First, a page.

(ARTICLE 19/IFEX) - London 31.03.11 - In a statement released today, ARTICLE 19 supports the constitutional challenge to the recent amendment to the Penal Code of Malawi, submitted by the Malawi Human Rights Commission to the High Court in Blantyre. ARTICLE 19 outlines its main concern with this controversial legislation and calls on the government of Malawi to respect and protect freedom of expression by ensuring the power to control media content is conferred to an independent self-regulating body, and abolish imprisonment for press-related offences.
"ARTICLE 19 is disturbed by the potential power of the government to control the media in Malawi which will be given by the recent amendment to the Penal Code," says Dr Agnes Callamard, ARTICLE 19 Executive Director. "We fully support the legal action undertaken by the Human Rights Commission to review the constitutionality of this piece of legislation."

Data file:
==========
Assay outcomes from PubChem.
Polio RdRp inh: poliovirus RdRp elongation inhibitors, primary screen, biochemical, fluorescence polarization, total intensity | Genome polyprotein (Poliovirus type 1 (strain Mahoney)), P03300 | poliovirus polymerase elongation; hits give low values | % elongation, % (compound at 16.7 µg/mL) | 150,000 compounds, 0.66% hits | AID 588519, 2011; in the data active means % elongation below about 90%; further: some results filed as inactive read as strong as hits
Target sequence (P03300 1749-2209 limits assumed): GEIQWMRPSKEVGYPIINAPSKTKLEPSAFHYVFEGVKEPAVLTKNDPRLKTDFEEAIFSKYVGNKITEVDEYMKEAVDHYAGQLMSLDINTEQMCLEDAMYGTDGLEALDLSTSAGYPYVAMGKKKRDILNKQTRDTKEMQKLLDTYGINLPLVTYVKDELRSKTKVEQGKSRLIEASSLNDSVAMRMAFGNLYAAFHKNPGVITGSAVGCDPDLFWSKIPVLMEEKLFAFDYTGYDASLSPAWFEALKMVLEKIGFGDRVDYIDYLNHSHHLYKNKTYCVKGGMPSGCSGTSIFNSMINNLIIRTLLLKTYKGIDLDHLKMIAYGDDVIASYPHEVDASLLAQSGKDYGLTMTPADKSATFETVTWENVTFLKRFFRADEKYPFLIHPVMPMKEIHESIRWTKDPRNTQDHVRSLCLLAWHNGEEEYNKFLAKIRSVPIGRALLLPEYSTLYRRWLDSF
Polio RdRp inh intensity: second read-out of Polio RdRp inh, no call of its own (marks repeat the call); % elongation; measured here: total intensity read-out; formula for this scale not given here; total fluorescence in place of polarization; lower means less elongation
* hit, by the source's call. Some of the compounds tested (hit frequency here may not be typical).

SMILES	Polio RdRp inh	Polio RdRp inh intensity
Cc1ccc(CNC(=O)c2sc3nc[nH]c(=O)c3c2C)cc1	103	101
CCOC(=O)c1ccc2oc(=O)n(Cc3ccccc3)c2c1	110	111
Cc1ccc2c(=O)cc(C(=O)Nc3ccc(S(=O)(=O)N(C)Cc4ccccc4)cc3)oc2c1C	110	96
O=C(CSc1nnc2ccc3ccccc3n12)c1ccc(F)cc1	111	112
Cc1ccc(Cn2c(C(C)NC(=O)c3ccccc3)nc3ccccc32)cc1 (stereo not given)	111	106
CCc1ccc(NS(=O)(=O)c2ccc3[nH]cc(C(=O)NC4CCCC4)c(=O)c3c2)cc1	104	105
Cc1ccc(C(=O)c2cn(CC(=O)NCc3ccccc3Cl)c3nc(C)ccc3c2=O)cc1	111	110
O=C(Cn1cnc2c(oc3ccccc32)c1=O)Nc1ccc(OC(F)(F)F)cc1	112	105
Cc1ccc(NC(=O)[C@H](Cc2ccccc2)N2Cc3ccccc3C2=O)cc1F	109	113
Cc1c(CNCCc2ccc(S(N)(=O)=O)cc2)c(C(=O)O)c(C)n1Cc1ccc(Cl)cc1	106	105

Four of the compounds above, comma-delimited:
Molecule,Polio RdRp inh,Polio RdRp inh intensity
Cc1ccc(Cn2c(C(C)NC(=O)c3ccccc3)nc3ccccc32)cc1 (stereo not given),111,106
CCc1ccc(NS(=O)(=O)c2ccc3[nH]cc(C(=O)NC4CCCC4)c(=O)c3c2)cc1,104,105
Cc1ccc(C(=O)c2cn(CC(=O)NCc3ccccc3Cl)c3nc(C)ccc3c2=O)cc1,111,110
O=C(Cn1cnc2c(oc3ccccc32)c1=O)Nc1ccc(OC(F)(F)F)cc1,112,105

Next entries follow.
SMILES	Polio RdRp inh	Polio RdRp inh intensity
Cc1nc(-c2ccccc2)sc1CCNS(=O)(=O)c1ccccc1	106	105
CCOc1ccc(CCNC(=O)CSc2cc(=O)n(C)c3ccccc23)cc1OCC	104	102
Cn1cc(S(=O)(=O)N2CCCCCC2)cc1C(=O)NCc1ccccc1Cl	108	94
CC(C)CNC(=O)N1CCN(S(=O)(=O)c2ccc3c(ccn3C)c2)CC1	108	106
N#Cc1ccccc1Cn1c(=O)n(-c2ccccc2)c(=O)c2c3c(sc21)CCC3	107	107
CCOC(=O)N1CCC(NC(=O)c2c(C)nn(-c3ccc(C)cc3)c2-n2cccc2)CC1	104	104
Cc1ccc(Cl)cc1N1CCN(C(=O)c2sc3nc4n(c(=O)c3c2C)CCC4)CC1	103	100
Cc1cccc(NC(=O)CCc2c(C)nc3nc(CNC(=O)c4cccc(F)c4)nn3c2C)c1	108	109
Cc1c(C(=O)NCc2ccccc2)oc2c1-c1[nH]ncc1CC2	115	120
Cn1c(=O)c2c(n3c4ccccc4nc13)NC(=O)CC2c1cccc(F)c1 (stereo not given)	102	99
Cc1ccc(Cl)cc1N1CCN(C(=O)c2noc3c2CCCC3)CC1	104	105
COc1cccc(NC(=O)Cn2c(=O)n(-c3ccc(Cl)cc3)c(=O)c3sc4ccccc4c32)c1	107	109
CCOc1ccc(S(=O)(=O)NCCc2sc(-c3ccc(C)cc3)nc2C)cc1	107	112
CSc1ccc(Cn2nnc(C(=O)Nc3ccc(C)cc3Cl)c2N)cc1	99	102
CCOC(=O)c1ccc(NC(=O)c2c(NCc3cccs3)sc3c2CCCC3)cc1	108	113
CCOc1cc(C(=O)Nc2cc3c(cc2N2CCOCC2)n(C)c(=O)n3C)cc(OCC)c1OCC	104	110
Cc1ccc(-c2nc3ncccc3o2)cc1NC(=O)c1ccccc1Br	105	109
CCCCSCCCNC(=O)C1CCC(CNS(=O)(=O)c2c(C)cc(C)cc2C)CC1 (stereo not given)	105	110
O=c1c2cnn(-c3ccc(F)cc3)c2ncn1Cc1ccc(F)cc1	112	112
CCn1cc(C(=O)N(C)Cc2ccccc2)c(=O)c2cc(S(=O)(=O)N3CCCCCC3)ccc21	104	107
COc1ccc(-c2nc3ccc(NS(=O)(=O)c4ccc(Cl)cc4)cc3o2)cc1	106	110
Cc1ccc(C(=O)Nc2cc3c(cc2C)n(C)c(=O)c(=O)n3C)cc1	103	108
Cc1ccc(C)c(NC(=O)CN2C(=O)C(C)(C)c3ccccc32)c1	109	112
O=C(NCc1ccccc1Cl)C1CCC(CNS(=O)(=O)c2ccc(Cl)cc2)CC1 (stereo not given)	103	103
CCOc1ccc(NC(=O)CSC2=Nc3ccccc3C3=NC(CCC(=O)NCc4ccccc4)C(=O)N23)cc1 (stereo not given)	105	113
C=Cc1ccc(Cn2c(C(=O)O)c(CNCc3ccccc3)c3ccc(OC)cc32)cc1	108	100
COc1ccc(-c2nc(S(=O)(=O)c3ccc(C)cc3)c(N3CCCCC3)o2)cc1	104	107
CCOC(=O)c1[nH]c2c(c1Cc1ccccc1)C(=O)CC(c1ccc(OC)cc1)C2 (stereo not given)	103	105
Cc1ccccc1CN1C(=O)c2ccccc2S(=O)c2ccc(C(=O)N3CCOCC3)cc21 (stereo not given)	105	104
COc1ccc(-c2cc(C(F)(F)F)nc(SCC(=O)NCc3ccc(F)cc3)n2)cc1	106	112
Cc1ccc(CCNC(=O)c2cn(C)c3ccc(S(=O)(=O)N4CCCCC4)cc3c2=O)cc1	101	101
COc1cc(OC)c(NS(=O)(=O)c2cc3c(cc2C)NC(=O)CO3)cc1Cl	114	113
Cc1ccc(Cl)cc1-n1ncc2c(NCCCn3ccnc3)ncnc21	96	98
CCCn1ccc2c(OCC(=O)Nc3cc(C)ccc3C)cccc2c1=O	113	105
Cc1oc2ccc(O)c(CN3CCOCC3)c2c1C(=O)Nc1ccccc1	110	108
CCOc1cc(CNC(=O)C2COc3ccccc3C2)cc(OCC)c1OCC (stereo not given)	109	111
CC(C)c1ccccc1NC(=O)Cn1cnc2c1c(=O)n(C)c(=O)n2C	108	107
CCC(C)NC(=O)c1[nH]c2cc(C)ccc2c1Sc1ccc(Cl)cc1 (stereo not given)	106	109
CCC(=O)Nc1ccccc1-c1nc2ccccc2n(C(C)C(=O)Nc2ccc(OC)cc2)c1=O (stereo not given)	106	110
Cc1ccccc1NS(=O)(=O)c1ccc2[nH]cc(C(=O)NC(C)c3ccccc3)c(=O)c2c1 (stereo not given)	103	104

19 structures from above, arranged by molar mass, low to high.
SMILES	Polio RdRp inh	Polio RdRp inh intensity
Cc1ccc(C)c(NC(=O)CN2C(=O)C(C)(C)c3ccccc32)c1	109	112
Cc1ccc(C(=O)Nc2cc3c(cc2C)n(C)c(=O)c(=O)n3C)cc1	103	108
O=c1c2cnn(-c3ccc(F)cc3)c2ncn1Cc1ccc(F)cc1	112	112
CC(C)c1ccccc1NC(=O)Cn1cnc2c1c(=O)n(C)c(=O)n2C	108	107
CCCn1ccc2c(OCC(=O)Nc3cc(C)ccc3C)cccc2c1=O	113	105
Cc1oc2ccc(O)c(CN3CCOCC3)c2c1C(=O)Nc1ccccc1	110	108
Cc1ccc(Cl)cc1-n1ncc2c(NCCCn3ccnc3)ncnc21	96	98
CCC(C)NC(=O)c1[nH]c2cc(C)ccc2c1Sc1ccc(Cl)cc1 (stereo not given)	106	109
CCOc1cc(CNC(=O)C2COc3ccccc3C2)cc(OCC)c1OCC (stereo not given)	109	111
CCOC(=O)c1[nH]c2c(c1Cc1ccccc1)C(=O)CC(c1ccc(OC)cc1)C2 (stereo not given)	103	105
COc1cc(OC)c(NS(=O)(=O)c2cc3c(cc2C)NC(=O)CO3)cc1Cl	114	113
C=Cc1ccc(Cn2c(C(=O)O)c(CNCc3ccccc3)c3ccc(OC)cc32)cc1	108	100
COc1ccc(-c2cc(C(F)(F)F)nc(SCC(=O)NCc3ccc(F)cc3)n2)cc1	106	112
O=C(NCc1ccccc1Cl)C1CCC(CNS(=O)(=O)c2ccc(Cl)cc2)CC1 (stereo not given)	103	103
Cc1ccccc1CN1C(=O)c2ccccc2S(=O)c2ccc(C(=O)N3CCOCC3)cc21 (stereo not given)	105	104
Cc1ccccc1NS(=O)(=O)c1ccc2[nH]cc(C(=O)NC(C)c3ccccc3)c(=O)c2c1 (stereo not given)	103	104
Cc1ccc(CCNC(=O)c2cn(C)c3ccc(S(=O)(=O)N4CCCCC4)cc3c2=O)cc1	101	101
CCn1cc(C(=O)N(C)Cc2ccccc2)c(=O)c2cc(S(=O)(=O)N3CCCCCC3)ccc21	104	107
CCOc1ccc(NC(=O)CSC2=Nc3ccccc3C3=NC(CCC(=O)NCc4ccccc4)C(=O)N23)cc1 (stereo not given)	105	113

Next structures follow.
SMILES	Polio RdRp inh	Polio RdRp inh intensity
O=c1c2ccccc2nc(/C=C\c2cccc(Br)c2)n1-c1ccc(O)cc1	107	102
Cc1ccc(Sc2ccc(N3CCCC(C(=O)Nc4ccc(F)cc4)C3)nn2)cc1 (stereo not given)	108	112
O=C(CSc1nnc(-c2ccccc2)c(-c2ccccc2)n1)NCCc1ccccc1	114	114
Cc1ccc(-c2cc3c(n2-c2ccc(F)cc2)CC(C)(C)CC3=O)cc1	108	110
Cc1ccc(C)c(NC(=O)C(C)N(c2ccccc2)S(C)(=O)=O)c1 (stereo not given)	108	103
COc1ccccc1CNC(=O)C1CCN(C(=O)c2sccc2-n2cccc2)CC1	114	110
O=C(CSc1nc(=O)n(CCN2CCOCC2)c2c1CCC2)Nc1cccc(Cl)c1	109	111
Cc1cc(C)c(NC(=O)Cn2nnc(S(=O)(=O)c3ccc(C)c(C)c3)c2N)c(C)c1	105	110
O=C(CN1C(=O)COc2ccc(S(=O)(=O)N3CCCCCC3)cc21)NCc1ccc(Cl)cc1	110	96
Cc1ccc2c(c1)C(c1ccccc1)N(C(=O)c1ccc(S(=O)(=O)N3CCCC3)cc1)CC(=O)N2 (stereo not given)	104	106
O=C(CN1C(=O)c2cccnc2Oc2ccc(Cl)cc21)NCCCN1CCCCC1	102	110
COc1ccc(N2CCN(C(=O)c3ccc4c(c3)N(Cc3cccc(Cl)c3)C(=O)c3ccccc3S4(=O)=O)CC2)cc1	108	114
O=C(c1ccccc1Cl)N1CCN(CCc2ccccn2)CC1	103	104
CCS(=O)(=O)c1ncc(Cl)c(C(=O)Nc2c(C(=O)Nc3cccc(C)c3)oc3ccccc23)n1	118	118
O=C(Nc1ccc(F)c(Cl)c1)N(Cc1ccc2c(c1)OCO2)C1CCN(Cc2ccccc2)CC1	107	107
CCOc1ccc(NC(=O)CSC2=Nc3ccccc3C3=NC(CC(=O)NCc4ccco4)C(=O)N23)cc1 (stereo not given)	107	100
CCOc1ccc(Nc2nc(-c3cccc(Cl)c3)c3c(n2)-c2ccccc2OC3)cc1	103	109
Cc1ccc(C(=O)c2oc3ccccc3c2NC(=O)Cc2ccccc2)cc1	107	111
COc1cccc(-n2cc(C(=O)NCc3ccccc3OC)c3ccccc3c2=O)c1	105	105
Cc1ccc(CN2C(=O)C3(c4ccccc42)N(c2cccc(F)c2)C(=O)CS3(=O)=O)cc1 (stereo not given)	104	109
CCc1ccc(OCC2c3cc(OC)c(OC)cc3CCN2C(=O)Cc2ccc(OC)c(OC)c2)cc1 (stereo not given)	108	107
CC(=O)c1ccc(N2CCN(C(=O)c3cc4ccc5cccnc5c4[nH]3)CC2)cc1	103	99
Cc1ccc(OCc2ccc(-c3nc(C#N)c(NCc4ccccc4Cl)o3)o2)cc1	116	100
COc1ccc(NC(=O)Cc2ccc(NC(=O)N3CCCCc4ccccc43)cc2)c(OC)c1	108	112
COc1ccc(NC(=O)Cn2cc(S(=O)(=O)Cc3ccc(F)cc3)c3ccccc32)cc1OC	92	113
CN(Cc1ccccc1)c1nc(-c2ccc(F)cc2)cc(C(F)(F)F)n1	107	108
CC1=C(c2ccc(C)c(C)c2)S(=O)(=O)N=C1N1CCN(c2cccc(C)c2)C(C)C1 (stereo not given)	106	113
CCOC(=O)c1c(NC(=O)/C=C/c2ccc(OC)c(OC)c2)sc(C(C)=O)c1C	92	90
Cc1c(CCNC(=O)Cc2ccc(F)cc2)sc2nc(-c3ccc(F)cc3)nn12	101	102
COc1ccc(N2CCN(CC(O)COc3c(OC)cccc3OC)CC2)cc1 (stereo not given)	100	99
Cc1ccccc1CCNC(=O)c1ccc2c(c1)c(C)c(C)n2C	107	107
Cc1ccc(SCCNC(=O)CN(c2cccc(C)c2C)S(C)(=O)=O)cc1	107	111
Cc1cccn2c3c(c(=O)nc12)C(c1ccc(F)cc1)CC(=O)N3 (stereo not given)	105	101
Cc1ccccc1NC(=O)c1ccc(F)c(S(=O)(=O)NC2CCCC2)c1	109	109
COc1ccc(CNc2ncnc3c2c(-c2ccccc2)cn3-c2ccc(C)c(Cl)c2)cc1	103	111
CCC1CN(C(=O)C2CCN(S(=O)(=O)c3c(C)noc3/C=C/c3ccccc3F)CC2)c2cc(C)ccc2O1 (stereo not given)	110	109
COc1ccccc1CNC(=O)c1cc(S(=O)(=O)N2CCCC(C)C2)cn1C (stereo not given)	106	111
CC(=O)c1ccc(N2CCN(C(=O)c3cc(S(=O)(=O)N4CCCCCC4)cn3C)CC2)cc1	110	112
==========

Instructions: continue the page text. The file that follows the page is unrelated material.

ARTICLE 19's statement, High Court Must Invalidate Government's Powers Over the Media, supports the request of the Human Rights Commission to have the amendment abolished. The statement was submitted to the High Court in support of the case. It also highlights the main shortcomings of the amendment in the light of international and regional standards on freedom of expression, such as the broad ban on publication import, the powers of the minister of information to control the publication content, the possibility to ban publications based on "public interest", and heavy sanctions for reproduction, importation and possession of prohibited publications.
ARTICLE 19 calls on the Malawi High Court to declare the amendment unconstitutional and makes a series of recommendations to the Government of Malawi. In particular, it asks to significantly review its Penal Code and ensure that it complies with Malawi's international commitments to freedom of expression.
Click below to download the text of the statement:
malawi-high-court.pdf (168 KB)